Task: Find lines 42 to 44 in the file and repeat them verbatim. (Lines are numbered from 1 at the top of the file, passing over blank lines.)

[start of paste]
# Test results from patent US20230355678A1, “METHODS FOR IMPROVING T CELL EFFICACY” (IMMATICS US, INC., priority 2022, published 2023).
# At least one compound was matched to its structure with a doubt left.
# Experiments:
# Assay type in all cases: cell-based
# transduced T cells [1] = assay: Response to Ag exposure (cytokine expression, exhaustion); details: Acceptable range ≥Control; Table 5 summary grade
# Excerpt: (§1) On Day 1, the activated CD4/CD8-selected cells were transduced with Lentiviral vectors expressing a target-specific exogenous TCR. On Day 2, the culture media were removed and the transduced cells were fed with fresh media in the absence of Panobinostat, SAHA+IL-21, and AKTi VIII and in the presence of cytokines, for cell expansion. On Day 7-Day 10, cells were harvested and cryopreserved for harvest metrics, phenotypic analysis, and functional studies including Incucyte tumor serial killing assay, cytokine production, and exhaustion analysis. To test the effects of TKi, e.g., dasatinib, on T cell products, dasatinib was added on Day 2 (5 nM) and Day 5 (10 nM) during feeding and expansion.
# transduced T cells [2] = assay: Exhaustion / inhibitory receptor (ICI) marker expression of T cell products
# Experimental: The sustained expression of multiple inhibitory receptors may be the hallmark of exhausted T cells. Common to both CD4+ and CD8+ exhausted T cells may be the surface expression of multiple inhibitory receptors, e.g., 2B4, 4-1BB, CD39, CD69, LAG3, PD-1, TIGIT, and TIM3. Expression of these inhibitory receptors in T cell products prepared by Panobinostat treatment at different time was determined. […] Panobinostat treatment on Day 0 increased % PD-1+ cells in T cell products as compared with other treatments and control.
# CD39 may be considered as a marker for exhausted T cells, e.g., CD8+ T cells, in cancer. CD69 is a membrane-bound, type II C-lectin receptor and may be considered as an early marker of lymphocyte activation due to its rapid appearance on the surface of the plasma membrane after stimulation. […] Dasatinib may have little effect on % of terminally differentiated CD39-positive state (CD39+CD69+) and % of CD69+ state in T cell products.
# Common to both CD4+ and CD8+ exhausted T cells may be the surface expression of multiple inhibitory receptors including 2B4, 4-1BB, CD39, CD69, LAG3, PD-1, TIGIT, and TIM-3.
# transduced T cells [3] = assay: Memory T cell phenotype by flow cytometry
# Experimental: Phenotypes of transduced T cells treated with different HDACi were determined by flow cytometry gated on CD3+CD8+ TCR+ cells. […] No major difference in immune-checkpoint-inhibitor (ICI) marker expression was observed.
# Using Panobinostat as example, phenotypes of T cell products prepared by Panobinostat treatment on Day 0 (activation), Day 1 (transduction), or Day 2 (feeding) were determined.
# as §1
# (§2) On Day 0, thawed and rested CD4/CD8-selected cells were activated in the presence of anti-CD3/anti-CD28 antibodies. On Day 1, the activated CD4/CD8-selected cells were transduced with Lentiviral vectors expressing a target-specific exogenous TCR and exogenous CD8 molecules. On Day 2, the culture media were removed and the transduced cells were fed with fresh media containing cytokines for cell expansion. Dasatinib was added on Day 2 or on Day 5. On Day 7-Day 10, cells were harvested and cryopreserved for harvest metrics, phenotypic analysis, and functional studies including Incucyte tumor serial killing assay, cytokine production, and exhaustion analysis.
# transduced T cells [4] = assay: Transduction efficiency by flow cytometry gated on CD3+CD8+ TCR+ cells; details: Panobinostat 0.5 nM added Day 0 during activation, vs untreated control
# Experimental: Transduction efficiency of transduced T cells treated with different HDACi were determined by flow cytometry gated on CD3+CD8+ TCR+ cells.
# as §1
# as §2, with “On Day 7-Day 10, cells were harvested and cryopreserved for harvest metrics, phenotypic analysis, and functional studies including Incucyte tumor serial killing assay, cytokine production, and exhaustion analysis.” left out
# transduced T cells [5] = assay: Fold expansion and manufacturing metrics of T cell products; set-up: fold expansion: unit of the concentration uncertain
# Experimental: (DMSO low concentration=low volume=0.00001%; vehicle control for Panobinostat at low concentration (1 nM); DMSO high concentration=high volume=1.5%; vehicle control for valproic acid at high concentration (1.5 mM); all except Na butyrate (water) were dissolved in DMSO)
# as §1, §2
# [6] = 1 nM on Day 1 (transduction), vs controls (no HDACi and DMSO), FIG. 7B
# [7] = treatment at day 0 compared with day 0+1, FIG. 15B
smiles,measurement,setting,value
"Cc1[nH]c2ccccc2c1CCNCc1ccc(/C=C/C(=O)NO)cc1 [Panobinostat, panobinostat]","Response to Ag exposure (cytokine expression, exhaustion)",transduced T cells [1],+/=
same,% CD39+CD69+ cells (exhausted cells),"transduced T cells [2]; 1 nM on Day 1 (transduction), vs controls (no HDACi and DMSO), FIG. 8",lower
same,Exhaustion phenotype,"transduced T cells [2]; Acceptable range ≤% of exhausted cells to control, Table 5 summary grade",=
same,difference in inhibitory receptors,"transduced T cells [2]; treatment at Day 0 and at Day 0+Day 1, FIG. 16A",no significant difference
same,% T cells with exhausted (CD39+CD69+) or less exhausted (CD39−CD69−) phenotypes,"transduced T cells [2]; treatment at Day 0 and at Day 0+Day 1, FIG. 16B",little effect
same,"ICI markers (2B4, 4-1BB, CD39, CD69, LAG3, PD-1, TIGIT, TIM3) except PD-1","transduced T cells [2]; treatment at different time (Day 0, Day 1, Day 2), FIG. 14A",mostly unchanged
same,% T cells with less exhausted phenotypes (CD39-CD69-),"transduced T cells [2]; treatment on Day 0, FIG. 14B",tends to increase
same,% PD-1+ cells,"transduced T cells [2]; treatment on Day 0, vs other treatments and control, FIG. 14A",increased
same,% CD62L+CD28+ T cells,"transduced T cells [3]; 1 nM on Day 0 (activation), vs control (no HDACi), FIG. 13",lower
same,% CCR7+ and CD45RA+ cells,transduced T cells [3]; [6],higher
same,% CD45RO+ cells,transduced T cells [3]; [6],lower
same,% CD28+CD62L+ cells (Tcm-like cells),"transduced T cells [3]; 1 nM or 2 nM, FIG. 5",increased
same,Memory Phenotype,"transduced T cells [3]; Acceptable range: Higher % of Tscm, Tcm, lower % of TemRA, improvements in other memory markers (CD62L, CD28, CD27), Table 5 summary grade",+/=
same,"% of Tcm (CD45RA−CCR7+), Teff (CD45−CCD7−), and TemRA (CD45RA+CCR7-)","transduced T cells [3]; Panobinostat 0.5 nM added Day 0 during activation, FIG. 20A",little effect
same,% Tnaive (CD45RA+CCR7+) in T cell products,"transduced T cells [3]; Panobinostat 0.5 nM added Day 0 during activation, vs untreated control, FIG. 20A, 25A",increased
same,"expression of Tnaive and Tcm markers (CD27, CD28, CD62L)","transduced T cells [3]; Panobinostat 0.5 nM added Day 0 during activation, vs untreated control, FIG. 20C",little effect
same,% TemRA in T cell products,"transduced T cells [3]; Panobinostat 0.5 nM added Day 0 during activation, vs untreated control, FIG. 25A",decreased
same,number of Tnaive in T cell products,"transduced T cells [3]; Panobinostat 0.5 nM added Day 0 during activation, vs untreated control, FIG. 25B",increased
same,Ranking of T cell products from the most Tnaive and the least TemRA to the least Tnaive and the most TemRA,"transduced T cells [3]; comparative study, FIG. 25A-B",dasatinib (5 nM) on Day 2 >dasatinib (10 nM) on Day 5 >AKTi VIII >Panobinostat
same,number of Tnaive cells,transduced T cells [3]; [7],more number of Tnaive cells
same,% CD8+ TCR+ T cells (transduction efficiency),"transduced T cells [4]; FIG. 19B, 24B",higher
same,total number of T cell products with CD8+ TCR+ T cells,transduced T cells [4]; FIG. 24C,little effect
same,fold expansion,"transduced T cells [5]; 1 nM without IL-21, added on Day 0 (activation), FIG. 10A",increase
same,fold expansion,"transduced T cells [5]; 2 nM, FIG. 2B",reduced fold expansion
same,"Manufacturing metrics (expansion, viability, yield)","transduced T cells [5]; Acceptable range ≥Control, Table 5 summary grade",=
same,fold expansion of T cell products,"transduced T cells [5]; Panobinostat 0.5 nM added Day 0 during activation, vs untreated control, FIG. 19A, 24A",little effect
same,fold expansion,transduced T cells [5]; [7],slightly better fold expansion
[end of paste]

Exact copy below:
same,% TemRA in T cell products,"transduced T cells [3]; Panobinostat 0.5 nM added Day 0 during activation, vs untreated control, FIG. 25A",decreased
same,number of Tnaive in T cell products,"transduced T cells [3]; Panobinostat 0.5 nM added Day 0 during activation, vs untreated control, FIG. 25B",increased
same,Ranking of T cell products from the most Tnaive and the least TemRA to the least Tnaive and the most TemRA,"transduced T cells [3]; comparative study, FIG. 25A-B",dasatinib (5 nM) on Day 2 >dasatinib (10 nM) on Day 5 >AKTi VIII >Panobinostat